Lebanon crisis: Airlift under way

A Royal Jordanian Air Force C-130 landed in Beirut on Thursday with 9,000 blankets and 192 mattresses from UNHCR’s regional stockpile in Jordan, as well as boxes of drugs for the World Health Organisation. It launched a planned major airlift of UNHCR supplies. (UNHCR/J.Matthews)


This is a summary of what was said by UNHCR spokesperson Jennifer Pagonis – to whom quoted text may be attributed – at the press briefing, on 11 August 2006, at the Palais des Nations in Geneva.

Yesterday, UNHCR started an airlift from Jordan and Denmark to help rush tonnes of urgently needed relief supplies to Lebanon. The severely damaged roads along the so-called northern corridor into Lebanon from Syria – where we have a major supply base – via the Al Aarida border crossing, have slowed up our convoys and made it increasingly difficult to move supplies in bulk.

The first flight – a Royal Jordanian Air force C-130 from Amman – arrived in Beirut on Thursday morning loaded with 14.76 tonnes of supplies including 9,000 blankets from UNHCR’s regional stockpile in Jordan, and boxes of drugs for the World Health Organisation.

A second C-130 flight, carrying 15 tonnes of mattresses, finally landed in Beirut on Friday morning. On Thursday, the plane had reached Beirut but was not allowed to land for security reasons and returned to Amman.

Two UNHCR-chartered cargo flights – one from Amman and a second from Denmark – landed in Larnaca, Cyprus early this morning – and a third flight from Amman is loaded and waiting to depart later today. The total of 116 tonnes of supplies flown in to Larnaca by these flights will be transferred to a United Nations logistics ship bound for Beirut on Sunday.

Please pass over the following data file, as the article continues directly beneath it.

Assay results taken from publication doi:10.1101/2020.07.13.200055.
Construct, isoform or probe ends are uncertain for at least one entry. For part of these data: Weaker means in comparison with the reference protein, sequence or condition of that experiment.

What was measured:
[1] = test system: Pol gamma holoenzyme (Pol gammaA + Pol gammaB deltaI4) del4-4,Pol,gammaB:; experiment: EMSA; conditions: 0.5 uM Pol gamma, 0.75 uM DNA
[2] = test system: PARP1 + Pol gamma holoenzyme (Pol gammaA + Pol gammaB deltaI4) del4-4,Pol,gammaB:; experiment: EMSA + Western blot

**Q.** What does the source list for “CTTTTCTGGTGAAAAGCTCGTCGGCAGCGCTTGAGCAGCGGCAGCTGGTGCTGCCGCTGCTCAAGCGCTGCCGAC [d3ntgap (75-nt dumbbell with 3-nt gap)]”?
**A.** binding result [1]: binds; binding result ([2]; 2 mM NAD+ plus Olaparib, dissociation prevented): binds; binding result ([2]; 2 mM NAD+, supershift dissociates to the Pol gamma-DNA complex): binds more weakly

The DC-8 flight from Denmark transported 45 tonnes of supplies from UNHCR’s global stockpile in Copenhagen including 20,000 blankets, 7,000 jerry cans, 50 plastic rolls and 1,440 kitchen sets. Two Airbus A310 flights from Amman are carrying in a total of 71 tonnes of emergency relief items – tents, mattresses, jerry cans, cooking stoves and hurricane lanterns. More flights are being planned, but details are not yet available.

Sea routes are also being used to bring in supplies in large quantities to help some of the estimated 700,000 displaced people living in schools and with host families in Lebanon.

The southern Turkish port of Mersin is also expected to be used shortly to send some 8,400 mattresses to Beirut by ship through the joint UN logistics system. Loading was under way Thursday night with sailing expected Friday afternoon.

On Friday, a French ship left the southern port of Marseille for Beirut, carrying five Mercedes trucks which will be used by UNHCR to deliver relief supplies in Lebanon. It will also bring in 30,000 blankets, 15,000 jerry cans, 100 plastic rolls and 3,000 kitchen sets.

At the Syria-Lebanon border a seven-truck land convoy loaded with 2,340 mattresses, 3,200 blankets, 1,152 kitchen sets, 15, 336 pieces of soap from our warehouse in Damascus is now waiting at Al Aarida to cross into Lebanon. It has not got security clearance to travel today.

On the ground in Lebanon, a UNHCR team on Thursday distributed 400 blankets, 460 jerry cans, 200 mattresses, 352 kitchen sets and plastic sheeting to help ease conditions for some of the displaced sheltering in eight schools and public buildings in and around the village of Maaisrat, in mountains north of Beirut. Some 19,000 people displaced people are in the district – mainly from southern Lebanon and southern areas of Beirut.

Meanwhile in Syria, where an estimated 160,000 displaced Lebanese are sheltering, UNHCR is starting to set up tented camps within the summer youth camps in Homs, to help ease overcrowding. Distribution of relief supplies – such as pillows, bed linen, underwear and diapers – to host families and Lebanese in need is continuing. Over the last two days 6,544 mattresses have been distributed across the country.

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